11 Tips to Street Photography Success- Basics of Photography Series Part 11
Here at Frames Express one of our favourite forms of photography is street photography. Street photography tends to yield the realest and enchanting captures of individuals and their everyday life.
In this month’s Basics of Photography Series, we have created a list of some tips which you can utilise to confidently go out and capture some beautiful images of the world around you as it happens.
1. Look for ‘that’ moment
When you go out with your camera keep your eyes peeled for that special moment, it could be a person who goes strolling past, someone sleeping on the pavement or a conversation you see happening in a doorway. Often it’s easy to capture these moments without invading and from across the street. Simply look out for the moments which make you think, wonder and convey emotion.
Ultimately according to Henri Cartier- Bresson, it’s about ‘the decisive moment’ when everything in a shot simply comes together, perfect timing, perfect capture.
2. Tell a story – steal a moment
Try to interpret the world around you, if you can anticipate the movements and actions of other people before they carry it out then you can prejudge the perfect moment to get your shutter closing and capture the story as it happens.
Juxtaposition is a great style to implement in street photography. It involves looking to portrait a contrast in your image at the same time as a relationship; for example capturing a young child next to a grandfather, fat next to skinny, or opposing/contrasting colours.
4. Find the Perfect stage
It’s not all about the subjects, if you find a great scene which you think would be the ideal backdrop for a shot, be patient and don’t be afraid to stick around with your camera ready and waiting for someone to walk past and get your photo.
And you don’t have to include a person in your captures, if you find an urban landscape which presents a scene of nostalgia or society in the area, strong enough on its own, grab your camera and take a picture.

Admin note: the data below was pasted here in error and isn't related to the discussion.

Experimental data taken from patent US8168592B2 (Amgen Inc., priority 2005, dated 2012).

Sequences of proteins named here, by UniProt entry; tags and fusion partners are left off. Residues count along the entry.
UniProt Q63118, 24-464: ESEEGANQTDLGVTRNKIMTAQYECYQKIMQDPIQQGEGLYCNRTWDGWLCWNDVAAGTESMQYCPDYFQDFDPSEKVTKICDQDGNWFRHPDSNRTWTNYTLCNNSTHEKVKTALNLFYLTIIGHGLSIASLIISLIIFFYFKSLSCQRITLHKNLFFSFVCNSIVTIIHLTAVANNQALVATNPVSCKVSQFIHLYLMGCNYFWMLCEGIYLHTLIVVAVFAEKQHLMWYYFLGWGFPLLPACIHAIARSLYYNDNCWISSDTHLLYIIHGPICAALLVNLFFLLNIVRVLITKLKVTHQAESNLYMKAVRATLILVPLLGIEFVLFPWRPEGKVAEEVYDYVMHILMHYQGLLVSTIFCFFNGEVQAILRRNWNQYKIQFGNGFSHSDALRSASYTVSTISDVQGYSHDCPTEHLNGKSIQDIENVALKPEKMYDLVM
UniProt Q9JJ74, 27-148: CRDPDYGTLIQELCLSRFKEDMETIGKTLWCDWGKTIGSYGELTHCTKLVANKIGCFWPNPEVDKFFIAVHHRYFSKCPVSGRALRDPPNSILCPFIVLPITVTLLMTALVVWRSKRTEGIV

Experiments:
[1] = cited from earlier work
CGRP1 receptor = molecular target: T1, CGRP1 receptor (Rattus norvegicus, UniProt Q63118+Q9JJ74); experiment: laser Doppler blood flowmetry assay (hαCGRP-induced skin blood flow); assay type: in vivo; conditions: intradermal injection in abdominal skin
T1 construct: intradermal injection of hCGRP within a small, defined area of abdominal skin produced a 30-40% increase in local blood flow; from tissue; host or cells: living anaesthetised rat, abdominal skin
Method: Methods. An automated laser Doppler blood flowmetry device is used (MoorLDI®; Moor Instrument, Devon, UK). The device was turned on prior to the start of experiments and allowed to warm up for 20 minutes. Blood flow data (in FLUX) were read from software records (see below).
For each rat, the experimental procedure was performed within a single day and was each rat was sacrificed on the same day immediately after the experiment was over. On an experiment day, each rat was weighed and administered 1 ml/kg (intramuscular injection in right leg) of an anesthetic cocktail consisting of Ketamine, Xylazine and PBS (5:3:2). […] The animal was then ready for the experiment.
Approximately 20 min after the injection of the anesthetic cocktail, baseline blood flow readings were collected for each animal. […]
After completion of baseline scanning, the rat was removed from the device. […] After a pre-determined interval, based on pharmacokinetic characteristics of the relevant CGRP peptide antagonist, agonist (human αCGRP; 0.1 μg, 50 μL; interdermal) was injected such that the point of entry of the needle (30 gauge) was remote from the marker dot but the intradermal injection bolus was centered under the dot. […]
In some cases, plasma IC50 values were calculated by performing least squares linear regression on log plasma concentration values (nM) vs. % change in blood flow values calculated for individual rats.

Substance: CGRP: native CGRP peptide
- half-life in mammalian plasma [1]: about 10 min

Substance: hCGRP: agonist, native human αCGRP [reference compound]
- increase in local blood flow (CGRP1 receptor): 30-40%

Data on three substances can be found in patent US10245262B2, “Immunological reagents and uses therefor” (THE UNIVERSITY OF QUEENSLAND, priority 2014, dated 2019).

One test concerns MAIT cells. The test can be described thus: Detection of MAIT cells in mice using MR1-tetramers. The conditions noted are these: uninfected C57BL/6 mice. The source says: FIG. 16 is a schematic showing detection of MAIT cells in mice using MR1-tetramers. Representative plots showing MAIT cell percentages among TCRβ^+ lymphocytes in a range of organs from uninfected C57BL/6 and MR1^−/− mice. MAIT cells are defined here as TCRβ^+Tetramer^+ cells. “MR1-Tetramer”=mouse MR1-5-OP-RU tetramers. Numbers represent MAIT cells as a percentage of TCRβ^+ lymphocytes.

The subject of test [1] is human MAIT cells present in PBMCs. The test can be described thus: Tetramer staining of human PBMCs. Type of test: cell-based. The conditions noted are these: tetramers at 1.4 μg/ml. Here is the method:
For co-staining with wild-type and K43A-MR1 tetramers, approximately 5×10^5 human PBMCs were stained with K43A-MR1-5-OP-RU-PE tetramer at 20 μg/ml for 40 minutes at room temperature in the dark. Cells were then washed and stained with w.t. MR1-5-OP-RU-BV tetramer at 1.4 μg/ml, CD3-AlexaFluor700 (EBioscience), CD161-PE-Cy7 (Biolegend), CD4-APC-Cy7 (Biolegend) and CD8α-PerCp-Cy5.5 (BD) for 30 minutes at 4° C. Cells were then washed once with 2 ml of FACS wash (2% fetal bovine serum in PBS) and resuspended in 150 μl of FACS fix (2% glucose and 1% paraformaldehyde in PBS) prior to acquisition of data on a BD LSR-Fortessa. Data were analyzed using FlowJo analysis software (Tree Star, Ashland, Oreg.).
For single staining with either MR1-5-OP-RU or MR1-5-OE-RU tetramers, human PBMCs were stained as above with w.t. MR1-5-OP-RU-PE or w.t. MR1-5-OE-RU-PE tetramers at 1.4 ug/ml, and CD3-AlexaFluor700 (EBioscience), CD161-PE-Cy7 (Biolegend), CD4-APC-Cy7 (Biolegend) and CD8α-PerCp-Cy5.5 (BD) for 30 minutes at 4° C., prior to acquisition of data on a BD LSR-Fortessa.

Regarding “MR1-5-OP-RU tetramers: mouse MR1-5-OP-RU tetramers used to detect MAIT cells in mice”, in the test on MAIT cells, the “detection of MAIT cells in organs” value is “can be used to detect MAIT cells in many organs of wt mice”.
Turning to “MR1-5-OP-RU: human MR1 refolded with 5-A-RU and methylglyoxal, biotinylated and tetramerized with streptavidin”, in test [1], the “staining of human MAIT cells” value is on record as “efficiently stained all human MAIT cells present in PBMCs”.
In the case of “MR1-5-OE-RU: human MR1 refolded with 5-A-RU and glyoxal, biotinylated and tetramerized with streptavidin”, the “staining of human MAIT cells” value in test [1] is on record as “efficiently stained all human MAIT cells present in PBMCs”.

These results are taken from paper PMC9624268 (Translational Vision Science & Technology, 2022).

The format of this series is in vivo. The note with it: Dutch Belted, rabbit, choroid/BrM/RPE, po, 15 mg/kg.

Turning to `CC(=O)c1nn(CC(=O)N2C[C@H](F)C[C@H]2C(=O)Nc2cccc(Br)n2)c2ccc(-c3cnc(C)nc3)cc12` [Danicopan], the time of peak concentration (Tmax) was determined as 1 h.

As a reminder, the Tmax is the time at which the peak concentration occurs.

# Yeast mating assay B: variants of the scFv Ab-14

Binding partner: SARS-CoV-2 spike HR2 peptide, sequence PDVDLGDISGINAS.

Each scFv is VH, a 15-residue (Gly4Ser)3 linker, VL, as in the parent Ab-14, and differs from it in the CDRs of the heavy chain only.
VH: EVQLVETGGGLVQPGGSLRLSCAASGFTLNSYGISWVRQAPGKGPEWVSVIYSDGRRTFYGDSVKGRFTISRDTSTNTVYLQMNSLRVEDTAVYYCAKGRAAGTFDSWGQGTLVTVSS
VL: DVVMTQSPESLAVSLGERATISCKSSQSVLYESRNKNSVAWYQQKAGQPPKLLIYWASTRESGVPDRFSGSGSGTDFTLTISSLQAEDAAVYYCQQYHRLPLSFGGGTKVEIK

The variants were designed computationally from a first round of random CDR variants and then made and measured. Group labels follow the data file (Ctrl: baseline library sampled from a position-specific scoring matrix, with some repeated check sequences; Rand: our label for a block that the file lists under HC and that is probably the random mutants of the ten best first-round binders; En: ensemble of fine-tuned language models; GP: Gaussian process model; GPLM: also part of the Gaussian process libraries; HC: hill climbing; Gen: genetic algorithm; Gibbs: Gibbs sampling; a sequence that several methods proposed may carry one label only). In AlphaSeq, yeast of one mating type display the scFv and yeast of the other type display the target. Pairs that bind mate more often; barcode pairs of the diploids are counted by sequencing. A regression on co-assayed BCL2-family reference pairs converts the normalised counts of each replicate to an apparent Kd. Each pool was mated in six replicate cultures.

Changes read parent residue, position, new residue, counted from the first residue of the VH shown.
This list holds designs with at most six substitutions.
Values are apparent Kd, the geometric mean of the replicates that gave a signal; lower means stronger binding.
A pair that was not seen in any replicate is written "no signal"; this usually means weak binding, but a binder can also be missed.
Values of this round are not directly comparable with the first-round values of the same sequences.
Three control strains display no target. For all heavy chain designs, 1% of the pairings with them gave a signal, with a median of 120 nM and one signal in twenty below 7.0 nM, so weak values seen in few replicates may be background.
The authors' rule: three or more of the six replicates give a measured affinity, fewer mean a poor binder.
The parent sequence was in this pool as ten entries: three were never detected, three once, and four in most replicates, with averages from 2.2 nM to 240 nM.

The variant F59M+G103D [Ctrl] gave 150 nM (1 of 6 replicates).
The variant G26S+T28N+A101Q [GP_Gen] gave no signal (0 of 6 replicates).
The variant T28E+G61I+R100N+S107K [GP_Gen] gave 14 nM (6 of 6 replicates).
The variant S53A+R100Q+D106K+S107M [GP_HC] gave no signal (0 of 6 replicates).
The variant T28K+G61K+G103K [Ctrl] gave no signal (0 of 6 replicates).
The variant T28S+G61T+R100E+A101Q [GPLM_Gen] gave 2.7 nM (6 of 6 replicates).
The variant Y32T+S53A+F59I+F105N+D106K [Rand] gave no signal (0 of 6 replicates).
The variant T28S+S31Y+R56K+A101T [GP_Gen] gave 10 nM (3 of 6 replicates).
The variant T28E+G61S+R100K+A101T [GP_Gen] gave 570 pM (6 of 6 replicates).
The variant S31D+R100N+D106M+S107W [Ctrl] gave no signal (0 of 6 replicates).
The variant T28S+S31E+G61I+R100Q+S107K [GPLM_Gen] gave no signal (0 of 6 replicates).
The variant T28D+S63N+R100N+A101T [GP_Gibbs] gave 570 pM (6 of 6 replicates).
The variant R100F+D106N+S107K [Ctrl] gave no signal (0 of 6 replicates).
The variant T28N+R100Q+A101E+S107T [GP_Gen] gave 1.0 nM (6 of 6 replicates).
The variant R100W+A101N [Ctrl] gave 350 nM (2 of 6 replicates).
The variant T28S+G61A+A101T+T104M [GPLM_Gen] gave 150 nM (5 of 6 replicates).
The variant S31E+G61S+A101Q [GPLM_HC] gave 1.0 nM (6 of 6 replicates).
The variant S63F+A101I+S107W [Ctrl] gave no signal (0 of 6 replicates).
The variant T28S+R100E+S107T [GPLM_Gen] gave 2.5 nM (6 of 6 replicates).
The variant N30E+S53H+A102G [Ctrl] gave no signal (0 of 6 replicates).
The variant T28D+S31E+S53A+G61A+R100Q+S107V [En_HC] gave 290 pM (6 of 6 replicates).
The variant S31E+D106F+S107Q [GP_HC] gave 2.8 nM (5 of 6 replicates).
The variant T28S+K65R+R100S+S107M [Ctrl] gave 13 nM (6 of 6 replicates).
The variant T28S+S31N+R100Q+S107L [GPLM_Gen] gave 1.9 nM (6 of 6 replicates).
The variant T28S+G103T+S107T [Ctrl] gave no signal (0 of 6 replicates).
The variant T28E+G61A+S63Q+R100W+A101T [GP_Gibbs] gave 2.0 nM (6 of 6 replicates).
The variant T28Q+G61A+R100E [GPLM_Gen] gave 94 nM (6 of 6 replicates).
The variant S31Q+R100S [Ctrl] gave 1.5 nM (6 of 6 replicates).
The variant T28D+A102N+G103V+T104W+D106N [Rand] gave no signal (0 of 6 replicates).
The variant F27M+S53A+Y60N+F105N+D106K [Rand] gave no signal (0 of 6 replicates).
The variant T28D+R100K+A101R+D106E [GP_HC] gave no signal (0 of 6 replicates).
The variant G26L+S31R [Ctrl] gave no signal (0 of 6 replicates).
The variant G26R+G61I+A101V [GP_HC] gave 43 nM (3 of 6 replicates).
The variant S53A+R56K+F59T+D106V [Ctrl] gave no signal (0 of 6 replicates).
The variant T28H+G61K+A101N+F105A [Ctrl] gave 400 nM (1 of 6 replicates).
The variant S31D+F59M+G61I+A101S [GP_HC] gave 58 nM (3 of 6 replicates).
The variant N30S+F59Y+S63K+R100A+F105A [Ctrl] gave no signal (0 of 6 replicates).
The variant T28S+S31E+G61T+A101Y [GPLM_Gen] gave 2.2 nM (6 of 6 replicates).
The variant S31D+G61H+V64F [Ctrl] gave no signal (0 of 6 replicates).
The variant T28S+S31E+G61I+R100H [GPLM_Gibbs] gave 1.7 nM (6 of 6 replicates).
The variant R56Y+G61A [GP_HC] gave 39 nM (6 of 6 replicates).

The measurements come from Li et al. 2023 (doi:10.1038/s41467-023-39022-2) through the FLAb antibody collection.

Although spontaneous photos do generally make the better street photos with the subject carrying on with their lives creating a more natural shot, asking someone to pause in their day can work just as well if you have the right setting and the right individual who is not simply going to plaster on a smile for a shot. The trick is to keep it relaxed and don’t meddle too much in what they were already doing.
6. Capture Expression
A big thing with street photography is its ability to capture and convey emotions, which is best done by getting the subjects expression in the photo. Whether it be happiness, sadness or worry we tend to convey how we are feeling on our face which if captured in a photo can give the viewer a story; why do they feel that way? and then lead them further into the image.
Don’t forget to photograph emotion you need to find the right expressions/ body language and be quick to hit the shutter both to get the emotion before it passes and also so if the subject notices the moment won’t be gone.
7. Start in a crowd
Crowded areas are a great place to start your journey in street photography; you won’t feel noticed, and if you pick the right spot most likely you won’t be the only person with a camera in their hands.
8. Less is more – always carry a camera
At times, it is best in photography to travel about well prepared with a tripod, spare lens etc. However with street photography, due to moments passing quickly and the need for spontaneity the best idea is to carry simply your camera, poised ready quickly take the shot. This also draws much less attention to you from passersby & potential photograph subjects.
9. Try shooting from, the hip
If you have a camera with a tilt viewfinder this is ideal, with this you would be able to remove the need for seeking out and potential eye contact with subject resulting in more candid photos. Shooting from your hip can be a great way to implement this as you also eliminate the camera being directly in eyeline and takes it away from your face. You will need quite a bit of luck with this though to pull off a decent shot.
10. Go wide-angle
Wide angle lenses are a great choice for street photography as you can get up close to the subject and more involved in the scene.
11. Don’t be afraid
One of the biggest concerns when starting up as a street photographer is whether or not you should be asking for subjects permission;there is no law against photographing in a public area, and it’s often the individuals who don’t know they are being captured who make the best captures/ tell the best stories. If you do take a photo and someone asks if you could not photograph them, simply delete it. If you have taken a photo and the subject is unaware either carry on with your day or if you think you made need to get permissions/ want to show off the picture just be friendly, introduce yourself and show them the shot you got of them, often you will find people will be flattered.
What are your top tips for street photography? We’d love for you to share them, simply comment below!
Want to get more ideas on developing your photography skills? Take a look at the other installments in our ‘Basics of Photography Series‘.